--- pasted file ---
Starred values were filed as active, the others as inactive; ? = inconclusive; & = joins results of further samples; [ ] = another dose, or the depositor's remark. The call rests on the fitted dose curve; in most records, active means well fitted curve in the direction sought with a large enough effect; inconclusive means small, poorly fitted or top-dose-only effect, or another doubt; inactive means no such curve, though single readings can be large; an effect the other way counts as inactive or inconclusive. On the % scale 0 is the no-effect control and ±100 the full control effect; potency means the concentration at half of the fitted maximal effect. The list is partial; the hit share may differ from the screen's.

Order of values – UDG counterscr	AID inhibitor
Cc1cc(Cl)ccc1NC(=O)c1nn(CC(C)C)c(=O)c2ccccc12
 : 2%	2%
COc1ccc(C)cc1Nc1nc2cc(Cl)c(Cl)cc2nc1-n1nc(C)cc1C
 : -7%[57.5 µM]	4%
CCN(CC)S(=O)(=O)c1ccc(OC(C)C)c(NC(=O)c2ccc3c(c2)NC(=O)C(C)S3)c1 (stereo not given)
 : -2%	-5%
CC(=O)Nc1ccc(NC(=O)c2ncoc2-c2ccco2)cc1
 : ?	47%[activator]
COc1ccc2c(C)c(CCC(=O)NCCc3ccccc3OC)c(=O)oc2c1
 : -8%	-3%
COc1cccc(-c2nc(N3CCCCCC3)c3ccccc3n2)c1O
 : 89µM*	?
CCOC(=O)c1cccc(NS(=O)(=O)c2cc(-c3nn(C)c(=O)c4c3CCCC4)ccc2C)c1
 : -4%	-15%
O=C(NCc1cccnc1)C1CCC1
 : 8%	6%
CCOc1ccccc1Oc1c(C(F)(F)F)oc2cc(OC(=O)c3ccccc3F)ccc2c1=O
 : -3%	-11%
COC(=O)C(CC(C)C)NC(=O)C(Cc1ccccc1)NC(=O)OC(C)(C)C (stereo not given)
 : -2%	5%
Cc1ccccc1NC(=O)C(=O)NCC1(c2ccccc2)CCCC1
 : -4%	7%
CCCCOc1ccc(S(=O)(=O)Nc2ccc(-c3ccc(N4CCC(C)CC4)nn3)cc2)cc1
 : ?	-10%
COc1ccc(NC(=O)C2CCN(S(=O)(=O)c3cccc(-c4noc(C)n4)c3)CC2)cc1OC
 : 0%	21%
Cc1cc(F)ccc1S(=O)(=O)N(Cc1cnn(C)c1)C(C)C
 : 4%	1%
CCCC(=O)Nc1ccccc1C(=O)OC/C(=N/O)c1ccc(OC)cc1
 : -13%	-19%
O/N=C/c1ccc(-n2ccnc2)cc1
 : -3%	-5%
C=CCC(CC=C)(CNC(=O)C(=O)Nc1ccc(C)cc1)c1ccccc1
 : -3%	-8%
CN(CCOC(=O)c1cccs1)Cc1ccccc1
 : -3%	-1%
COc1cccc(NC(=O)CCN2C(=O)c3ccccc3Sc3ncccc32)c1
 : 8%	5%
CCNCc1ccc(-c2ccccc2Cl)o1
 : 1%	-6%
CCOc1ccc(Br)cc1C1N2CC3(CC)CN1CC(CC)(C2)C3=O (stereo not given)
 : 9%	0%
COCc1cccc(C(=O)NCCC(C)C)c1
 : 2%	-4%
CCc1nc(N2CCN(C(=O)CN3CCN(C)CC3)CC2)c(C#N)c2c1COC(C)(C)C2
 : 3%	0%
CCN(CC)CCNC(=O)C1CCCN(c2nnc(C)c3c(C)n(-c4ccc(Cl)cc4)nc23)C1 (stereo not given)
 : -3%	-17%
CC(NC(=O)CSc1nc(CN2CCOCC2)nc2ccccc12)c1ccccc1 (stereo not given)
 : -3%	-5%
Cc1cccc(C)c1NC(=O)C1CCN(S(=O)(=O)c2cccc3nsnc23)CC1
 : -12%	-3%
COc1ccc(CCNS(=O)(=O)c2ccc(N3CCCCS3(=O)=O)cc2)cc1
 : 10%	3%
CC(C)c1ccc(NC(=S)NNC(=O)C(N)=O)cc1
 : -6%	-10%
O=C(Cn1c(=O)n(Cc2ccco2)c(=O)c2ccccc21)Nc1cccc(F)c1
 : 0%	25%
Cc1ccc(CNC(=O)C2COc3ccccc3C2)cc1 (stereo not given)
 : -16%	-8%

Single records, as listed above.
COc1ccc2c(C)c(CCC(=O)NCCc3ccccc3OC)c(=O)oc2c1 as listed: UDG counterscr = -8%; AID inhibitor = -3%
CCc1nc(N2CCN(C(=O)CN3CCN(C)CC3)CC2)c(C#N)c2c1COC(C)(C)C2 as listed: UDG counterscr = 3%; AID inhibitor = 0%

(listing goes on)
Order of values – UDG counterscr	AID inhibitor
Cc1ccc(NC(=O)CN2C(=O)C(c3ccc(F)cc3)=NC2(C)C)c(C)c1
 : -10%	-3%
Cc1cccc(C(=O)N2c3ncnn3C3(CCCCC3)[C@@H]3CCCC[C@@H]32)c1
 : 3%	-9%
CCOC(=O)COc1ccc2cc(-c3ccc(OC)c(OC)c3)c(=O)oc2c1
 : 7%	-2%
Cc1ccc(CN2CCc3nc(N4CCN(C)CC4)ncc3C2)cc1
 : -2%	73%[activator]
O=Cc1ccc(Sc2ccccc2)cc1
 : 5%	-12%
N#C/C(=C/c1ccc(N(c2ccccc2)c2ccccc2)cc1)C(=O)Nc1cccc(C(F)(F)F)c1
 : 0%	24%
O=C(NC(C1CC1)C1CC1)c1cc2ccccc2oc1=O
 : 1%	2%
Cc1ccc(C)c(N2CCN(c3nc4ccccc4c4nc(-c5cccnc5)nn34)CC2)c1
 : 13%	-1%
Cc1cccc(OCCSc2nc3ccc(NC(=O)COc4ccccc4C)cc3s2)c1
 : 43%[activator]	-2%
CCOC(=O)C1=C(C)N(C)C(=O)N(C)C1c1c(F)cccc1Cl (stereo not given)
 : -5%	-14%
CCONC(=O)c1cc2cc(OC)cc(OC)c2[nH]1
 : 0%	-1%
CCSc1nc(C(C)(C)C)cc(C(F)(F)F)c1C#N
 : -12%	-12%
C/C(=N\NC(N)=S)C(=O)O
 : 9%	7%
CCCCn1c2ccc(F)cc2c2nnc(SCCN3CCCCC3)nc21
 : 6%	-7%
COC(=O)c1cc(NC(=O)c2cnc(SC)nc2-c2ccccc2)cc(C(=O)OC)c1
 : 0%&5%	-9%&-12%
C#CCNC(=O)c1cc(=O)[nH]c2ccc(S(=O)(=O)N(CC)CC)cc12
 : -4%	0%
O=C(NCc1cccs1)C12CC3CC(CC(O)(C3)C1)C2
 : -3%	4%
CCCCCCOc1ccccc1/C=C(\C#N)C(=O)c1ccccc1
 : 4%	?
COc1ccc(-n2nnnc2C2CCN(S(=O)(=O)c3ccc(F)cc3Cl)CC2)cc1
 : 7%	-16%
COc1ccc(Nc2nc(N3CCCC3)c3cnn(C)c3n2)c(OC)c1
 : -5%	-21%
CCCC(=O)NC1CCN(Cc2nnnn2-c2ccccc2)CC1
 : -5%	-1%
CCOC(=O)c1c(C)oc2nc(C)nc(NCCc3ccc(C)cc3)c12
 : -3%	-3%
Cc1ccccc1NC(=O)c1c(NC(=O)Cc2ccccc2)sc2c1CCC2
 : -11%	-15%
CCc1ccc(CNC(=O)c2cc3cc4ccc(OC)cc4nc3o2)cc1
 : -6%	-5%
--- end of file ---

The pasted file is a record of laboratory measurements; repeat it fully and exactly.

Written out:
Starred values were filed as active, the others as inactive; ? = inconclusive; & = joins results of further samples; [ ] = another dose, or the depositor's remark. The call rests on the fitted dose curve; in most records, active means well fitted curve in the direction sought with a large enough effect; inconclusive means small, poorly fitted or top-dose-only effect, or another doubt; inactive means no such curve, though single readings can be large; an effect the other way counts as inactive or inconclusive. On the % scale 0 is the no-effect control and ±100 the full control effect; potency means the concentration at half of the fitted maximal effect. The list is partial; the hit share may differ from the screen's.

Order of values – UDG counterscr	AID inhibitor
Cc1cc(Cl)ccc1NC(=O)c1nn(CC(C)C)c(=O)c2ccccc12
 : 2%	2%
COc1ccc(C)cc1Nc1nc2cc(Cl)c(Cl)cc2nc1-n1nc(C)cc1C
 : -7%[57.5 µM]	4%
CCN(CC)S(=O)(=O)c1ccc(OC(C)C)c(NC(=O)c2ccc3c(c2)NC(=O)C(C)S3)c1 (stereo not given)
 : -2%	-5%
CC(=O)Nc1ccc(NC(=O)c2ncoc2-c2ccco2)cc1
 : ?	47%[activator]
COc1ccc2c(C)c(CCC(=O)NCCc3ccccc3OC)c(=O)oc2c1
 : -8%	-3%
COc1cccc(-c2nc(N3CCCCCC3)c3ccccc3n2)c1O
 : 89µM*	?
CCOC(=O)c1cccc(NS(=O)(=O)c2cc(-c3nn(C)c(=O)c4c3CCCC4)ccc2C)c1
 : -4%	-15%
O=C(NCc1cccnc1)C1CCC1
 : 8%	6%
CCOc1ccccc1Oc1c(C(F)(F)F)oc2cc(OC(=O)c3ccccc3F)ccc2c1=O
 : -3%	-11%
COC(=O)C(CC(C)C)NC(=O)C(Cc1ccccc1)NC(=O)OC(C)(C)C (stereo not given)
 : -2%	5%
Cc1ccccc1NC(=O)C(=O)NCC1(c2ccccc2)CCCC1
 : -4%	7%
CCCCOc1ccc(S(=O)(=O)Nc2ccc(-c3ccc(N4CCC(C)CC4)nn3)cc2)cc1
 : ?	-10%
COc1ccc(NC(=O)C2CCN(S(=O)(=O)c3cccc(-c4noc(C)n4)c3)CC2)cc1OC
 : 0%	21%
Cc1cc(F)ccc1S(=O)(=O)N(Cc1cnn(C)c1)C(C)C
 : 4%	1%
CCCC(=O)Nc1ccccc1C(=O)OC/C(=N/O)c1ccc(OC)cc1
 : -13%	-19%
O/N=C/c1ccc(-n2ccnc2)cc1
 : -3%	-5%
C=CCC(CC=C)(CNC(=O)C(=O)Nc1ccc(C)cc1)c1ccccc1
 : -3%	-8%
CN(CCOC(=O)c1cccs1)Cc1ccccc1
 : -3%	-1%
COc1cccc(NC(=O)CCN2C(=O)c3ccccc3Sc3ncccc32)c1
 : 8%	5%
CCNCc1ccc(-c2ccccc2Cl)o1
 : 1%	-6%
CCOc1ccc(Br)cc1C1N2CC3(CC)CN1CC(CC)(C2)C3=O (stereo not given)
 : 9%	0%
COCc1cccc(C(=O)NCCC(C)C)c1
 : 2%	-4%
CCc1nc(N2CCN(C(=O)CN3CCN(C)CC3)CC2)c(C#N)c2c1COC(C)(C)C2
 : 3%	0%
CCN(CC)CCNC(=O)C1CCCN(c2nnc(C)c3c(C)n(-c4ccc(Cl)cc4)nc23)C1 (stereo not given)
 : -3%	-17%
CC(NC(=O)CSc1nc(CN2CCOCC2)nc2ccccc12)c1ccccc1 (stereo not given)
 : -3%	-5%
Cc1cccc(C)c1NC(=O)C1CCN(S(=O)(=O)c2cccc3nsnc23)CC1
 : -12%	-3%
COc1ccc(CCNS(=O)(=O)c2ccc(N3CCCCS3(=O)=O)cc2)cc1
 : 10%	3%
CC(C)c1ccc(NC(=S)NNC(=O)C(N)=O)cc1
 : -6%	-10%
O=C(Cn1c(=O)n(Cc2ccco2)c(=O)c2ccccc21)Nc1cccc(F)c1
 : 0%	25%
Cc1ccc(CNC(=O)C2COc3ccccc3C2)cc1 (stereo not given)
 : -16%	-8%

Single records, as listed above.
COc1ccc2c(C)c(CCC(=O)NCCc3ccccc3OC)c(=O)oc2c1 as listed: UDG counterscr = -8%; AID inhibitor = -3%
CCc1nc(N2CCN(C(=O)CN3CCN(C)CC3)CC2)c(C#N)c2c1COC(C)(C)C2 as listed: UDG counterscr = 3%; AID inhibitor = 0%

(listing goes on)
Order of values – UDG counterscr	AID inhibitor
Cc1ccc(NC(=O)CN2C(=O)C(c3ccc(F)cc3)=NC2(C)C)c(C)c1
 : -10%	-3%
Cc1cccc(C(=O)N2c3ncnn3C3(CCCCC3)[C@@H]3CCCC[C@@H]32)c1
 : 3%	-9%
CCOC(=O)COc1ccc2cc(-c3ccc(OC)c(OC)c3)c(=O)oc2c1
 : 7%	-2%
Cc1ccc(CN2CCc3nc(N4CCN(C)CC4)ncc3C2)cc1
 : -2%	73%[activator]
O=Cc1ccc(Sc2ccccc2)cc1
 : 5%	-12%
N#C/C(=C/c1ccc(N(c2ccccc2)c2ccccc2)cc1)C(=O)Nc1cccc(C(F)(F)F)c1
 : 0%	24%
O=C(NC(C1CC1)C1CC1)c1cc2ccccc2oc1=O
 : 1%	2%
Cc1ccc(C)c(N2CCN(c3nc4ccccc4c4nc(-c5cccnc5)nn34)CC2)c1
 : 13%	-1%
Cc1cccc(OCCSc2nc3ccc(NC(=O)COc4ccccc4C)cc3s2)c1
 : 43%[activator]	-2%
CCOC(=O)C1=C(C)N(C)C(=O)N(C)C1c1c(F)cccc1Cl (stereo not given)
 : -5%	-14%
CCONC(=O)c1cc2cc(OC)cc(OC)c2[nH]1
 : 0%	-1%
CCSc1nc(C(C)(C)C)cc(C(F)(F)F)c1C#N
 : -12%	-12%
C/C(=N\NC(N)=S)C(=O)O
 : 9%	7%
CCCCn1c2ccc(F)cc2c2nnc(SCCN3CCCCC3)nc21
 : 6%	-7%
COC(=O)c1cc(NC(=O)c2cnc(SC)nc2-c2ccccc2)cc(C(=O)OC)c1
 : 0%&5%	-9%&-12%
C#CCNC(=O)c1cc(=O)[nH]c2ccc(S(=O)(=O)N(CC)CC)cc12
 : -4%	0%
O=C(NCc1cccs1)C12CC3CC(CC(O)(C3)C1)C2
 : -3%	4%
CCCCCCOc1ccccc1/C=C(\C#N)C(=O)c1ccccc1
 : 4%	?
COc1ccc(-n2nnnc2C2CCN(S(=O)(=O)c3ccc(F)cc3Cl)CC2)cc1
 : 7%	-16%
COc1ccc(Nc2nc(N3CCCC3)c3cnn(C)c3n2)c(OC)c1
 : -5%	-21%
CCCC(=O)NC1CCN(Cc2nnnn2-c2ccccc2)CC1
 : -5%	-1%
CCOC(=O)c1c(C)oc2nc(C)nc(NCCc3ccc(C)cc3)c12
 : -3%	-3%
Cc1ccccc1NC(=O)c1c(NC(=O)Cc2ccccc2)sc2c1CCC2
 : -11%	-15%
CCc1ccc(CNC(=O)c2cc3cc4ccc(OC)cc4nc3o2)cc1
 : -6%	-5%